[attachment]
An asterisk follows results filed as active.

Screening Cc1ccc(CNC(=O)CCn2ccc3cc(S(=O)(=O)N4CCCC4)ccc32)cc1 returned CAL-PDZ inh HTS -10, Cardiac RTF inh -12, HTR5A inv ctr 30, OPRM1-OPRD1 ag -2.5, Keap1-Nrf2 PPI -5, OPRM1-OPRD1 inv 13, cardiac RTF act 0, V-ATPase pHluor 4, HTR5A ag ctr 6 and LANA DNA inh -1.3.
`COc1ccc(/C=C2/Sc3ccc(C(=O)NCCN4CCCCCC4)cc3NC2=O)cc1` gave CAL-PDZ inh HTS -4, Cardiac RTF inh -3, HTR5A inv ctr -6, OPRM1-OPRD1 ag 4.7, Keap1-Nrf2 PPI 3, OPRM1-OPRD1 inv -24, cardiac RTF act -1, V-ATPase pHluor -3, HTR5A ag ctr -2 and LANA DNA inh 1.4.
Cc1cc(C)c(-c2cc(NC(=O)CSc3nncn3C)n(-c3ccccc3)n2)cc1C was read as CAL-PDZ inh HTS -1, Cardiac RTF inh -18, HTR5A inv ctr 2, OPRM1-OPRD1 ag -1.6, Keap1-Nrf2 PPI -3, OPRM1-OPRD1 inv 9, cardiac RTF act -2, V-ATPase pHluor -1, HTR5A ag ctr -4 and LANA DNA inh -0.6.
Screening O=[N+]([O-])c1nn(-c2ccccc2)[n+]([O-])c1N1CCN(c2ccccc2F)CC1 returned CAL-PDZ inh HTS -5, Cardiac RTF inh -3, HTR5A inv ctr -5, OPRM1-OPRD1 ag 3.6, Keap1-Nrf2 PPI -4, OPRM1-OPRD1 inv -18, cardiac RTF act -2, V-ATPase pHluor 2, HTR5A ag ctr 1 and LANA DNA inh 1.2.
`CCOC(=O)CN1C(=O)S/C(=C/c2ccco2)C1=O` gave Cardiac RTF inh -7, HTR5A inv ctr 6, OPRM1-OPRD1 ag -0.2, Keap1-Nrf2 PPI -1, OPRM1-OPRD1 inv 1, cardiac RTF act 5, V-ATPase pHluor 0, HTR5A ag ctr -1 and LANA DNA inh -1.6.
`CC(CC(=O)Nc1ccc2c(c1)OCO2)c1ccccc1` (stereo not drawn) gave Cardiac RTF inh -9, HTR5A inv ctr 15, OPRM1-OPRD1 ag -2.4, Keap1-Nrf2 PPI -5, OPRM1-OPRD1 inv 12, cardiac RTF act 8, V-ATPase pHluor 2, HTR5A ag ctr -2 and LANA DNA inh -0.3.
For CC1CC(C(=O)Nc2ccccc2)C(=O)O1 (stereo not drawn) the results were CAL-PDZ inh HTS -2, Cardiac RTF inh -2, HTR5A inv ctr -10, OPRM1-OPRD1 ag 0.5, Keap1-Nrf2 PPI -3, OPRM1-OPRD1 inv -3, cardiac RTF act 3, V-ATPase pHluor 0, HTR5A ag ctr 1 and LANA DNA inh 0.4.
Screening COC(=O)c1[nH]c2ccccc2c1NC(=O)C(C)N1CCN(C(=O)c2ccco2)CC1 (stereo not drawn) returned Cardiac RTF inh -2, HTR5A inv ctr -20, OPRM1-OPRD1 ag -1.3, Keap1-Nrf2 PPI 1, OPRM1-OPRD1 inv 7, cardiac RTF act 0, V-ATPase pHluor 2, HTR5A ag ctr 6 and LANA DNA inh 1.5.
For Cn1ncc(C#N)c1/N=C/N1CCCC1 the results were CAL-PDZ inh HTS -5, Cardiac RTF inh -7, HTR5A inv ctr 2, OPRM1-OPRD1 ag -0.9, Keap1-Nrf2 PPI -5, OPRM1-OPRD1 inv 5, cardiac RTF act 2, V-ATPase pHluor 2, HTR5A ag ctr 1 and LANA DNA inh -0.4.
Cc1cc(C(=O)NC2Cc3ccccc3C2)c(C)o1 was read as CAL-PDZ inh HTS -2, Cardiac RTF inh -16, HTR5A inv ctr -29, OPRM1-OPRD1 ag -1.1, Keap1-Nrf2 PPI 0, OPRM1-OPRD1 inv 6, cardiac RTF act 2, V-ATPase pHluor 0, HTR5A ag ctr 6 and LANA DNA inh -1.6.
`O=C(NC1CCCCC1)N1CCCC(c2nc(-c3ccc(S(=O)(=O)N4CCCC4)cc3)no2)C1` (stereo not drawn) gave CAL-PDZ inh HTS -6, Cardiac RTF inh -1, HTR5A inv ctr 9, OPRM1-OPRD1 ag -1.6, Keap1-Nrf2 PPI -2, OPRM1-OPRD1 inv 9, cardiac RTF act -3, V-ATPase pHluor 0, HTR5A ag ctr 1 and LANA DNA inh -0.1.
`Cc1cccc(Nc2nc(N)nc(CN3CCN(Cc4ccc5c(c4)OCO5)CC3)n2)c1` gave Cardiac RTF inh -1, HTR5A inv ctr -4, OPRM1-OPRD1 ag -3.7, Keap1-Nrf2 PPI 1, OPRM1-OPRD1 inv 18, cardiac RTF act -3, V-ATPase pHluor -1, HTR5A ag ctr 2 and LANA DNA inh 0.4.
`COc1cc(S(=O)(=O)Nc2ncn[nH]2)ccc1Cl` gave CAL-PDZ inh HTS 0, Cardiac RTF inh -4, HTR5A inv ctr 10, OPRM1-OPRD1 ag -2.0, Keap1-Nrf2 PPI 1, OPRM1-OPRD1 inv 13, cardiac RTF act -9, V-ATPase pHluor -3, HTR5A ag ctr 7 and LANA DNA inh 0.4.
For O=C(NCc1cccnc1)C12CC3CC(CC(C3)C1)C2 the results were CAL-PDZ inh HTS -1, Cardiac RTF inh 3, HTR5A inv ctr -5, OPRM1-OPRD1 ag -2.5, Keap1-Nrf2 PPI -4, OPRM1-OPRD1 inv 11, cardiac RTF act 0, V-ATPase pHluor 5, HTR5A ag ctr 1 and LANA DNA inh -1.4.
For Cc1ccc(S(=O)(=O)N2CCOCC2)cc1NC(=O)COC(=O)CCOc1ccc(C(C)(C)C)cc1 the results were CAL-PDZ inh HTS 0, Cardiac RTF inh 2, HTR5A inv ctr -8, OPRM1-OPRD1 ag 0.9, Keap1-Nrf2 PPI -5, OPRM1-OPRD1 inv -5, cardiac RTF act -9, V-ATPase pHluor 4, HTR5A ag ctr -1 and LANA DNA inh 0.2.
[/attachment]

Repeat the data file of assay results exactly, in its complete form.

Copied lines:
An asterisk follows results filed as active.

Screening Cc1ccc(CNC(=O)CCn2ccc3cc(S(=O)(=O)N4CCCC4)ccc32)cc1 returned CAL-PDZ inh HTS -10, Cardiac RTF inh -12, HTR5A inv ctr 30, OPRM1-OPRD1 ag -2.5, Keap1-Nrf2 PPI -5, OPRM1-OPRD1 inv 13, cardiac RTF act 0, V-ATPase pHluor 4, HTR5A ag ctr 6 and LANA DNA inh -1.3.
`COc1ccc(/C=C2/Sc3ccc(C(=O)NCCN4CCCCCC4)cc3NC2=O)cc1` gave CAL-PDZ inh HTS -4, Cardiac RTF inh -3, HTR5A inv ctr -6, OPRM1-OPRD1 ag 4.7, Keap1-Nrf2 PPI 3, OPRM1-OPRD1 inv -24, cardiac RTF act -1, V-ATPase pHluor -3, HTR5A ag ctr -2 and LANA DNA inh 1.4.
Cc1cc(C)c(-c2cc(NC(=O)CSc3nncn3C)n(-c3ccccc3)n2)cc1C was read as CAL-PDZ inh HTS -1, Cardiac RTF inh -18, HTR5A inv ctr 2, OPRM1-OPRD1 ag -1.6, Keap1-Nrf2 PPI -3, OPRM1-OPRD1 inv 9, cardiac RTF act -2, V-ATPase pHluor -1, HTR5A ag ctr -4 and LANA DNA inh -0.6.
Screening O=[N+]([O-])c1nn(-c2ccccc2)[n+]([O-])c1N1CCN(c2ccccc2F)CC1 returned CAL-PDZ inh HTS -5, Cardiac RTF inh -3, HTR5A inv ctr -5, OPRM1-OPRD1 ag 3.6, Keap1-Nrf2 PPI -4, OPRM1-OPRD1 inv -18, cardiac RTF act -2, V-ATPase pHluor 2, HTR5A ag ctr 1 and LANA DNA inh 1.2.
`CCOC(=O)CN1C(=O)S/C(=C/c2ccco2)C1=O` gave Cardiac RTF inh -7, HTR5A inv ctr 6, OPRM1-OPRD1 ag -0.2, Keap1-Nrf2 PPI -1, OPRM1-OPRD1 inv 1, cardiac RTF act 5, V-ATPase pHluor 0, HTR5A ag ctr -1 and LANA DNA inh -1.6.
`CC(CC(=O)Nc1ccc2c(c1)OCO2)c1ccccc1` (stereo not drawn) gave Cardiac RTF inh -9, HTR5A inv ctr 15, OPRM1-OPRD1 ag -2.4, Keap1-Nrf2 PPI -5, OPRM1-OPRD1 inv 12, cardiac RTF act 8, V-ATPase pHluor 2, HTR5A ag ctr -2 and LANA DNA inh -0.3.
For CC1CC(C(=O)Nc2ccccc2)C(=O)O1 (stereo not drawn) the results were CAL-PDZ inh HTS -2, Cardiac RTF inh -2, HTR5A inv ctr -10, OPRM1-OPRD1 ag 0.5, Keap1-Nrf2 PPI -3, OPRM1-OPRD1 inv -3, cardiac RTF act 3, V-ATPase pHluor 0, HTR5A ag ctr 1 and LANA DNA inh 0.4.
Screening COC(=O)c1[nH]c2ccccc2c1NC(=O)C(C)N1CCN(C(=O)c2ccco2)CC1 (stereo not drawn) returned Cardiac RTF inh -2, HTR5A inv ctr -20, OPRM1-OPRD1 ag -1.3, Keap1-Nrf2 PPI 1, OPRM1-OPRD1 inv 7, cardiac RTF act 0, V-ATPase pHluor 2, HTR5A ag ctr 6 and LANA DNA inh 1.5.
For Cn1ncc(C#N)c1/N=C/N1CCCC1 the results were CAL-PDZ inh HTS -5, Cardiac RTF inh -7, HTR5A inv ctr 2, OPRM1-OPRD1 ag -0.9, Keap1-Nrf2 PPI -5, OPRM1-OPRD1 inv 5, cardiac RTF act 2, V-ATPase pHluor 2, HTR5A ag ctr 1 and LANA DNA inh -0.4.
Cc1cc(C(=O)NC2Cc3ccccc3C2)c(C)o1 was read as CAL-PDZ inh HTS -2, Cardiac RTF inh -16, HTR5A inv ctr -29, OPRM1-OPRD1 ag -1.1, Keap1-Nrf2 PPI 0, OPRM1-OPRD1 inv 6, cardiac RTF act 2, V-ATPase pHluor 0, HTR5A ag ctr 6 and LANA DNA inh -1.6.
`O=C(NC1CCCCC1)N1CCCC(c2nc(-c3ccc(S(=O)(=O)N4CCCC4)cc3)no2)C1` (stereo not drawn) gave CAL-PDZ inh HTS -6, Cardiac RTF inh -1, HTR5A inv ctr 9, OPRM1-OPRD1 ag -1.6, Keap1-Nrf2 PPI -2, OPRM1-OPRD1 inv 9, cardiac RTF act -3, V-ATPase pHluor 0, HTR5A ag ctr 1 and LANA DNA inh -0.1.
`Cc1cccc(Nc2nc(N)nc(CN3CCN(Cc4ccc5c(c4)OCO5)CC3)n2)c1` gave Cardiac RTF inh -1, HTR5A inv ctr -4, OPRM1-OPRD1 ag -3.7, Keap1-Nrf2 PPI 1, OPRM1-OPRD1 inv 18, cardiac RTF act -3, V-ATPase pHluor -1, HTR5A ag ctr 2 and LANA DNA inh 0.4.
`COc1cc(S(=O)(=O)Nc2ncn[nH]2)ccc1Cl` gave CAL-PDZ inh HTS 0, Cardiac RTF inh -4, HTR5A inv ctr 10, OPRM1-OPRD1 ag -2.0, Keap1-Nrf2 PPI 1, OPRM1-OPRD1 inv 13, cardiac RTF act -9, V-ATPase pHluor -3, HTR5A ag ctr 7 and LANA DNA inh 0.4.
For O=C(NCc1cccnc1)C12CC3CC(CC(C3)C1)C2 the results were CAL-PDZ inh HTS -1, Cardiac RTF inh 3, HTR5A inv ctr -5, OPRM1-OPRD1 ag -2.5, Keap1-Nrf2 PPI -4, OPRM1-OPRD1 inv 11, cardiac RTF act 0, V-ATPase pHluor 5, HTR5A ag ctr 1 and LANA DNA inh -1.4.
For Cc1ccc(S(=O)(=O)N2CCOCC2)cc1NC(=O)COC(=O)CCOc1ccc(C(C)(C)C)cc1 the results were CAL-PDZ inh HTS 0, Cardiac RTF inh 2, HTR5A inv ctr -8, OPRM1-OPRD1 ag 0.9, Keap1-Nrf2 PPI -5, OPRM1-OPRD1 inv -5, cardiac RTF act -9, V-ATPase pHluor 4, HTR5A ag ctr -1 and LANA DNA inh 0.2.